The Stepmother: What Do You Really Know About Her?

Have I ever mentioned the Co-Parenting Matters BlogTalk Radio show?  Shame on me if I haven’t.  Co-Parenting Matters is hosted by Deesha and Mike from Co-Parenting 101 as well as Talibah Mbonisi of WeParent.  On Sunday nights, they feature appropriate guests to discuss issues related to co-parenting.

Last night’s show put the spotlight on Stepmothers.  Earlier in the week, Deesha interviewed Wednesday Martin, PhD, author of the book Stepmoster: A New Look At Why Real Stepmothers Think, Feel and Act the Way We Do.  During the show, the hosts were joined by Sherry Thomas, Heather Hetchler (Café Smom) and Brigette Lemos-Norman (In the Blender).  The panel tackled myths, expectations and struggles.

In the cast of Post-Divorce, “The Stepmother” is the character I can most relate to at this time.  I stumble blindly down her path. I endure her loneliness and feel the pain that results from others’ animosity.  I experience her genuine concern and I appreciate the meddling ways in which she attempts to “help”.  I am cleansed by the light in her laughter.  Silently, I choke back her tears.  Not-so-silently, I lash out in her defense.

“The Stepmother” title was tainted by fairy tales and the negativity has been propagated by angry children and bitter exes for generations.  However, she’s not monstrous nor murderous (in most cases anyway).  She’s just a person.  Just like the rest of us.  It behooves the entire Post-Divorce cast to get to know her because understanding can foster more productive relationships.  I urge stepmoms, biomoms, dads, grandparents, girlfriends and children to take a closer look at this woman.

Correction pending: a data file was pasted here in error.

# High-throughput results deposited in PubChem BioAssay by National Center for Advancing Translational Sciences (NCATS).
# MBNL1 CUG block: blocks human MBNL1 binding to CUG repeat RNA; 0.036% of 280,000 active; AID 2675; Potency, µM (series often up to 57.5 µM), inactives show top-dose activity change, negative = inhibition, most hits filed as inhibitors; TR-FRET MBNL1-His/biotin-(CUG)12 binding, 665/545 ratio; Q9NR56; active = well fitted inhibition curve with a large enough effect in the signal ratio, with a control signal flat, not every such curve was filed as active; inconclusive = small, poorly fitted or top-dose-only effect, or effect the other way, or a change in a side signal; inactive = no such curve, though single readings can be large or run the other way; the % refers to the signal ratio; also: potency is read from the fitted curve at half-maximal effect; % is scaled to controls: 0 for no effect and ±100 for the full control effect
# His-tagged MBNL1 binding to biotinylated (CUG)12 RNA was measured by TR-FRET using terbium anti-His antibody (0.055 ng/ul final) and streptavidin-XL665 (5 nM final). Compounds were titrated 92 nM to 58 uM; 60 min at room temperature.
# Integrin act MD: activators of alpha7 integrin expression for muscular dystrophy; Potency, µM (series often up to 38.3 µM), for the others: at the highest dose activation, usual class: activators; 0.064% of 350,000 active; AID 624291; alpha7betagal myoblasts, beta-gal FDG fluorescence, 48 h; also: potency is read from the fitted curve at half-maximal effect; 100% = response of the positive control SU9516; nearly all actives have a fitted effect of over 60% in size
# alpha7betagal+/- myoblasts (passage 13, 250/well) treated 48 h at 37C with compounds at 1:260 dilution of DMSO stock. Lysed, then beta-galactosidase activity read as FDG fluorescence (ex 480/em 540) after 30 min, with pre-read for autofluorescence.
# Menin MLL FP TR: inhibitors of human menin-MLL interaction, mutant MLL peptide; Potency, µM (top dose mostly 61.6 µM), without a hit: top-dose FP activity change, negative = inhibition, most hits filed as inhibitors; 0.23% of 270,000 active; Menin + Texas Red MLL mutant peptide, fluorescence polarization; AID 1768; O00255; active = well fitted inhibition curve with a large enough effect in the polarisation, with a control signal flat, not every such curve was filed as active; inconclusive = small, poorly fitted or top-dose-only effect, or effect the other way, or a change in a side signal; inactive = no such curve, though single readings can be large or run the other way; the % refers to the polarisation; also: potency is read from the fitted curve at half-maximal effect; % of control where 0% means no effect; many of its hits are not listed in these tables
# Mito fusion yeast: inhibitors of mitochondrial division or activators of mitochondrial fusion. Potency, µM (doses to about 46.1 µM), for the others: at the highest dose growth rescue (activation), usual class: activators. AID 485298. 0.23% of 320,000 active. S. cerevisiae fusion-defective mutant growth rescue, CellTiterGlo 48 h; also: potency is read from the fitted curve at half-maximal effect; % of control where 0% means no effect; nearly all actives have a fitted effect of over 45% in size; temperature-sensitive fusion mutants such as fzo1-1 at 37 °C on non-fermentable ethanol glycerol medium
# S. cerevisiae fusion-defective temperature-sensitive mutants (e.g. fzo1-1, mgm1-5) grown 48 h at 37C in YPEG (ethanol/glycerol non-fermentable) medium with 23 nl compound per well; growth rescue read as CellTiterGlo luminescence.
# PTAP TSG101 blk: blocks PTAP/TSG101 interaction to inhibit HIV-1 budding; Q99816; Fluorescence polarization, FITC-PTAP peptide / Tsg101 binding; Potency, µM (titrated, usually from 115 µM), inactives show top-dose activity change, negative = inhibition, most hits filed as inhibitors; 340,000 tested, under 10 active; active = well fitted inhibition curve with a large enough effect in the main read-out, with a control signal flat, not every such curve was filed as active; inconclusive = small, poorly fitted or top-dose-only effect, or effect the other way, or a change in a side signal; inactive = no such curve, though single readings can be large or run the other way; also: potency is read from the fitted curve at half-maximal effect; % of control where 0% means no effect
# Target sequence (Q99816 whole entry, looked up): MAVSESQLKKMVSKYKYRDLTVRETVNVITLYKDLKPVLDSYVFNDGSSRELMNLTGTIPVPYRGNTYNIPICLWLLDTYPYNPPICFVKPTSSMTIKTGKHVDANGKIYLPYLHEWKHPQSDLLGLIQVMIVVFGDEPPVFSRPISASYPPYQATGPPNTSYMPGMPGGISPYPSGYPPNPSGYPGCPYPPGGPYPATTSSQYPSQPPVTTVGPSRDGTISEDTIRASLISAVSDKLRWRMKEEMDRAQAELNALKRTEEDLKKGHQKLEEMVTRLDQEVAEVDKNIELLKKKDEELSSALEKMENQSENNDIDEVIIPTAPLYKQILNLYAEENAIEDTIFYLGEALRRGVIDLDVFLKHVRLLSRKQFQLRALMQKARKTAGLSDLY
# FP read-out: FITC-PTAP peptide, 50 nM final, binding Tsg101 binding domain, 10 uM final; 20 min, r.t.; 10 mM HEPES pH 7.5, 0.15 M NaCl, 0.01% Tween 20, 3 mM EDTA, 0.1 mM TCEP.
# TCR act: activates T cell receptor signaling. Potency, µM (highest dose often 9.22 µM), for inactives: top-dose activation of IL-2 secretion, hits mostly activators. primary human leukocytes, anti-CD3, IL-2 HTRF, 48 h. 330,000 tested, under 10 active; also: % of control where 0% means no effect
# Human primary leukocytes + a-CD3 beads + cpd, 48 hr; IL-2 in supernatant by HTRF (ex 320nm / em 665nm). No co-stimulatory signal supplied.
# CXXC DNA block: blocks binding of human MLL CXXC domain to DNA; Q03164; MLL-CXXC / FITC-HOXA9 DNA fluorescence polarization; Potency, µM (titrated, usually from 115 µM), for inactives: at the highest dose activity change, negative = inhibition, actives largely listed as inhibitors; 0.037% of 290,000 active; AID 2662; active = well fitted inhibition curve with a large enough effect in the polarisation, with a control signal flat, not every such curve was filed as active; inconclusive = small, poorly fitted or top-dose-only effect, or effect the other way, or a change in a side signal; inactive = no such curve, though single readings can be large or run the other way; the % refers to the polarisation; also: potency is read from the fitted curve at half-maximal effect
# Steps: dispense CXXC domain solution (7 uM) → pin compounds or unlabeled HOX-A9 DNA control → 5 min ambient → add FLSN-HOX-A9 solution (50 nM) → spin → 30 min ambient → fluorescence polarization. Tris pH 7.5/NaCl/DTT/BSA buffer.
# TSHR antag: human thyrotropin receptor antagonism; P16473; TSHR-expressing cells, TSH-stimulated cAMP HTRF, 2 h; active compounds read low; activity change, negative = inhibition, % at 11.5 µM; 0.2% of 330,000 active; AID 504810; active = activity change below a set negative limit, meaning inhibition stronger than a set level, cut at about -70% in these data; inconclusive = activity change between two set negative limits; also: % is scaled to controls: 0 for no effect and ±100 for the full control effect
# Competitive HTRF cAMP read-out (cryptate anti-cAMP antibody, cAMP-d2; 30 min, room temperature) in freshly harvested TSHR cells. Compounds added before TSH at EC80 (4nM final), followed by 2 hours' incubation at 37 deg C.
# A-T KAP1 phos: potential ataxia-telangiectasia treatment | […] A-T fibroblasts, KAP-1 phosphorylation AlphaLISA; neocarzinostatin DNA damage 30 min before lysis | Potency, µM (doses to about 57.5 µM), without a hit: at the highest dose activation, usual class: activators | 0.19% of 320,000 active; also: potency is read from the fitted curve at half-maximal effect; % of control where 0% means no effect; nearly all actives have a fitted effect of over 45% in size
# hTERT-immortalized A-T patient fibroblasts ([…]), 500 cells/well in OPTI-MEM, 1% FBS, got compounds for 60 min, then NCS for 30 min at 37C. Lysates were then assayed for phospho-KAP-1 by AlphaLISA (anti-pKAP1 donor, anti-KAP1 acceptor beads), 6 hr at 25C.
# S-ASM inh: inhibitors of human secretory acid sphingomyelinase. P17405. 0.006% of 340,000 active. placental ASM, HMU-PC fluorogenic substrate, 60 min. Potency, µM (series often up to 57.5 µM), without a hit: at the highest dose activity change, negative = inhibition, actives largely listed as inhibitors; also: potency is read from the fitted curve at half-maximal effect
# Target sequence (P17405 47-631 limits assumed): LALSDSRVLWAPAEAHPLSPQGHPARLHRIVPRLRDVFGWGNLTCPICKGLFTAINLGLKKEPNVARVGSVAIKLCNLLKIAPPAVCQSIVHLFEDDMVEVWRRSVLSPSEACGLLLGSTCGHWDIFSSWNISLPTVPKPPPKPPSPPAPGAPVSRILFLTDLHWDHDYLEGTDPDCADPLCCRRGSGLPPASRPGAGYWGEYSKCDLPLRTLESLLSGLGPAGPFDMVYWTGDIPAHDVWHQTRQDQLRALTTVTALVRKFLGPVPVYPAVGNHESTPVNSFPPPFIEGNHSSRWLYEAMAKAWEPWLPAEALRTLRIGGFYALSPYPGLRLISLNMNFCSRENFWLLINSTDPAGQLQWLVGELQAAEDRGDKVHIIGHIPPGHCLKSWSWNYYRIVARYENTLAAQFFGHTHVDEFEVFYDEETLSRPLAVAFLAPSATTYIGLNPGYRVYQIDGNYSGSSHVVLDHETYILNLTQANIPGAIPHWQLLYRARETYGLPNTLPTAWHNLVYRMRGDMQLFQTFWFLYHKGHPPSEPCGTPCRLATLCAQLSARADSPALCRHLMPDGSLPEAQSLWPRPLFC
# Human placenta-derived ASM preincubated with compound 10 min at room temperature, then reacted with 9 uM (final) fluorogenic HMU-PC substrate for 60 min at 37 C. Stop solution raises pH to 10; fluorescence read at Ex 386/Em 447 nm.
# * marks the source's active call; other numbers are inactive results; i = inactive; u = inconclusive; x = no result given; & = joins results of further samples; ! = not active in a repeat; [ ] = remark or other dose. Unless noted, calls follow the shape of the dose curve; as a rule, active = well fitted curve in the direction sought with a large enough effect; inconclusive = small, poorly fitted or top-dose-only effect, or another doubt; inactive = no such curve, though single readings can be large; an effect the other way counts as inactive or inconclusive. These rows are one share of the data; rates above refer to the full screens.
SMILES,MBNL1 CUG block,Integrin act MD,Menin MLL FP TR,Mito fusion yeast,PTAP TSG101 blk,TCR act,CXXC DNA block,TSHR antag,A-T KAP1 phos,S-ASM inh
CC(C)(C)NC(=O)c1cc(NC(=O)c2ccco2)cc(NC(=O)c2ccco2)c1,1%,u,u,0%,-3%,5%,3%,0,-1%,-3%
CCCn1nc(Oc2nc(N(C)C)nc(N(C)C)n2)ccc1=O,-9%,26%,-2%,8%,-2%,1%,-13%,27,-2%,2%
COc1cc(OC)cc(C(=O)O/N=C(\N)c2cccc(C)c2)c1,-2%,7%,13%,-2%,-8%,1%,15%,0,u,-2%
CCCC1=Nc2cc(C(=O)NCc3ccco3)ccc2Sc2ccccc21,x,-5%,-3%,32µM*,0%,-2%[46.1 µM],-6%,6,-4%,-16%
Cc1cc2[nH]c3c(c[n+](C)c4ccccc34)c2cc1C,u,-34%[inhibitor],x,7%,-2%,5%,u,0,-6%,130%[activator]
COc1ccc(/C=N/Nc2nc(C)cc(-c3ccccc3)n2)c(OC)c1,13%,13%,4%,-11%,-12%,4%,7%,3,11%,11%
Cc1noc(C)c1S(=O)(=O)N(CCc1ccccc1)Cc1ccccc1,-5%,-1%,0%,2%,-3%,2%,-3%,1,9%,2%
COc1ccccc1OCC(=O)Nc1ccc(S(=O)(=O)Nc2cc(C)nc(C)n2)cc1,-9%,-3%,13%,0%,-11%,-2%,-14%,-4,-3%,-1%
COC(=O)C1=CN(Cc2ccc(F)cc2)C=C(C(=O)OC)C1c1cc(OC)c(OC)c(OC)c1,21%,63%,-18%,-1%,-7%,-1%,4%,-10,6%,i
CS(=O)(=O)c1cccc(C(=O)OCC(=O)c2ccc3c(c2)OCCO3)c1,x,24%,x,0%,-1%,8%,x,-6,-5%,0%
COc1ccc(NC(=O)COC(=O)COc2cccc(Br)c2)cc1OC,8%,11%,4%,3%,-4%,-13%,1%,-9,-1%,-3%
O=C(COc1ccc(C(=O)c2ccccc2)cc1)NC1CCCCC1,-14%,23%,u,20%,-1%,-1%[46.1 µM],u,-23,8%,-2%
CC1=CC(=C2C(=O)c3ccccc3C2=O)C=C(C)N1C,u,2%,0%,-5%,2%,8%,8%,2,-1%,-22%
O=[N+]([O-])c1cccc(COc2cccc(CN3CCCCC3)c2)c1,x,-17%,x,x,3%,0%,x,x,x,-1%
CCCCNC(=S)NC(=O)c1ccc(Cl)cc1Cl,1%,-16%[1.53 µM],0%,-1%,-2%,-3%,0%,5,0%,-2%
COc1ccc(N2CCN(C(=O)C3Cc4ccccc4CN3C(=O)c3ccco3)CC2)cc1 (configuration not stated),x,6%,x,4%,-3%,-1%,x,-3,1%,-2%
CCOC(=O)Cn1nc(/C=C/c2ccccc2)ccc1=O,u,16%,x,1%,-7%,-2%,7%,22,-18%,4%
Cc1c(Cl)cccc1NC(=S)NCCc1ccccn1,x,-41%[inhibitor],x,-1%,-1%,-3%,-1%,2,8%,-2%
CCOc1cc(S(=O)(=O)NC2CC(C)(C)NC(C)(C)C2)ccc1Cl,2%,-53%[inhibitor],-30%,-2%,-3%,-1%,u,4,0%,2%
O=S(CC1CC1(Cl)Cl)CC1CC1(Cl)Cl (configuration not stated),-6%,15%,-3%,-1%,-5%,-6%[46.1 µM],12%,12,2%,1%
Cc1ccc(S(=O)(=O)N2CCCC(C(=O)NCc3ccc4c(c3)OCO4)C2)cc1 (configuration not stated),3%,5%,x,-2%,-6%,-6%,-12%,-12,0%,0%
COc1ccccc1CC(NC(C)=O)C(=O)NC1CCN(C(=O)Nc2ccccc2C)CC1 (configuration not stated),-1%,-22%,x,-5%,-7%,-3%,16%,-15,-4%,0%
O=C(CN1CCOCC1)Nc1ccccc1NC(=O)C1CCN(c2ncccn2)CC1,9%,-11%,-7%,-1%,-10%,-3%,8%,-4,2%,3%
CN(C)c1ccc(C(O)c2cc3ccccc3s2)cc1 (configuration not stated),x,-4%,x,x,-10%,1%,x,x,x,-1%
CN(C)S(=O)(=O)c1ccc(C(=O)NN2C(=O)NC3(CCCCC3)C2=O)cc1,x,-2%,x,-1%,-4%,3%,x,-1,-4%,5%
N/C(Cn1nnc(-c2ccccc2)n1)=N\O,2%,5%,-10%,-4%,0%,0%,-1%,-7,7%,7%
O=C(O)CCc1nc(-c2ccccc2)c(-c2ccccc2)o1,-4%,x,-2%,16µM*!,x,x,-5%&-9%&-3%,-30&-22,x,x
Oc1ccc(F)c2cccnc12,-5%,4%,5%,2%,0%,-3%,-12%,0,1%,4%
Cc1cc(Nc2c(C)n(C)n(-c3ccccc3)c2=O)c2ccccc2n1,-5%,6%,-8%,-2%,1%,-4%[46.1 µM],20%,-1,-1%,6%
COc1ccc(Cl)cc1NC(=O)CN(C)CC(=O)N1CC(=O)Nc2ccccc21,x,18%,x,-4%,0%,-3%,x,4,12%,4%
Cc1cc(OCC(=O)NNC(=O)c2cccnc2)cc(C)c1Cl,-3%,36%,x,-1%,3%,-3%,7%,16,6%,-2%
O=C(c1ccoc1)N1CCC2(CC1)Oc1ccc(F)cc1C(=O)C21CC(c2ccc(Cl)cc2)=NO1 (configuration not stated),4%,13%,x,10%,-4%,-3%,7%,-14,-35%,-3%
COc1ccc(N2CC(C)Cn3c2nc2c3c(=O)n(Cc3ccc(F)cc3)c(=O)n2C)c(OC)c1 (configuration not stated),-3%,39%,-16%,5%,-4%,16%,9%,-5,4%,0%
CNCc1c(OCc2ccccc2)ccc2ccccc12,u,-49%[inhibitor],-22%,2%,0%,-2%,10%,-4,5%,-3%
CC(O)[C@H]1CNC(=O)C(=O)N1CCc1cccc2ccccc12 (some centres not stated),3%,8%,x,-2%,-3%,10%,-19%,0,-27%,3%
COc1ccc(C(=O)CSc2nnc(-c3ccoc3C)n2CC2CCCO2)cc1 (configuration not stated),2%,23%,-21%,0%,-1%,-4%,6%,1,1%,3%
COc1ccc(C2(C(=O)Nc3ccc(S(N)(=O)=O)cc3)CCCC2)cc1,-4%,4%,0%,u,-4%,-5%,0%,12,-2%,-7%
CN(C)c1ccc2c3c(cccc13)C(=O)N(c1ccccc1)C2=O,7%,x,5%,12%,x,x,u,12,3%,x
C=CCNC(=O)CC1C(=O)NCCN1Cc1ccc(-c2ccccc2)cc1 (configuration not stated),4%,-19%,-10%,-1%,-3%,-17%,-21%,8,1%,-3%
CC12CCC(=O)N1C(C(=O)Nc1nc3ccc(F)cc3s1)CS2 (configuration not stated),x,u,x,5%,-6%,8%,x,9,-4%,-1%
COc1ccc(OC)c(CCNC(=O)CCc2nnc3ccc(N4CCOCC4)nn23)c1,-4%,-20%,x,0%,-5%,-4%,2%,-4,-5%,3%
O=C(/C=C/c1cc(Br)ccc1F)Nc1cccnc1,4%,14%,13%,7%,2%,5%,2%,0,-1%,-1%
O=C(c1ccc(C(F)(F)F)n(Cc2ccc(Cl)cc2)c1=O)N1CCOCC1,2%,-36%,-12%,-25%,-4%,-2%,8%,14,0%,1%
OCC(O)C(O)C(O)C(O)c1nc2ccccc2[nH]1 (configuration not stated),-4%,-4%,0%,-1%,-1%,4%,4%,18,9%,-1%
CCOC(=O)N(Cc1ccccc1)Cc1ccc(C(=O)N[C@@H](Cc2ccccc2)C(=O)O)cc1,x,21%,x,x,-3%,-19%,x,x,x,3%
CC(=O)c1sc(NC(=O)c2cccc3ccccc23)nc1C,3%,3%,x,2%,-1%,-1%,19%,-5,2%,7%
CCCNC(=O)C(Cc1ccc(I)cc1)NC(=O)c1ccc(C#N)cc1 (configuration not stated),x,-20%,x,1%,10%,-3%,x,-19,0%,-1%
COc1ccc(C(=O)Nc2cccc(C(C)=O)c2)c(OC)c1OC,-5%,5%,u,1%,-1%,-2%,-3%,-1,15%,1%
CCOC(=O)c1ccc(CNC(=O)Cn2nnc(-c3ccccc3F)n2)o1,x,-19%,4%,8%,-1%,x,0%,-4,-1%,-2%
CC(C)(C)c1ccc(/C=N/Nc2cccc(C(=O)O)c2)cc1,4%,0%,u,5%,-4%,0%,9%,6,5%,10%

If you missed the show, you can check out the podcast here.  It’s an hour and a half long (and they didn’t even get through all the questions).  I know that sounds like a huge commitment when your time is precious.  But the information is precious too.  Precious and priceless.

“You never really understand a person until you consider things from his point of view – until you climb into his skin and walk around in it.”
– spoken by Atticus Finch, by Harper Lee, To Kill a Mockingbird

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4 comments on “The Stepmother: What Do You Really Know About Her?

  1. Heather H says:

    Thank you for this post. As both a mom and a stepmom I can see things both ways. I have a great co-parenting relationship with my ex-husband and only wish the best for any woman who would choose to marry him. I would encourage my kids to respect her and treat her with kindness and I would be appreciative for her to welcome my children into her heart. Because I know that children will always love their mom and dad and no one can ever take their place no matter how good the stepparent is or how bad the parent is.And I also know it is the children who suffer if they are forced to play the loyalty game. Kids have enough losses through divorce, making them choose isn’t fair.

    On the other side, my stepkids have a mom who while doesn’t live near us can stir up trouble with one phone call.

    Not all “bio moms” are out to get the stepmom and stepmoms have gotten a real bad wrap through media outlets. We are not evil and we don’t carry poison apples. We choose to marry a man with children and we don’t want to replace their mom but rather be a support network for our new family.

    Everyone in a stepfamily is navigating their way and finding their place. Patience and trying to see things from another’s perspective is vital.

    xoxo Heather

  2. You had me at “Atticus” (ok, before then, but I LOVE me some Atticus!). I can’t imagine how difficult the stepmom role is. Kids can be exhausting and frustrating enough when they’re yours, much less when they’re someone else’s, and when you have the additional divorce/blended family issues to cope with, and when the co-parenting situation isn’t a great one, etc. etc. etc. Kudos to all the ones who do it well. I won’t lie and say I don’t still feel threatened by a stepmom–I’m hoping that goes away in time. But really, kids who have a good one are lucky kids indeed. Thanks for the perspective.

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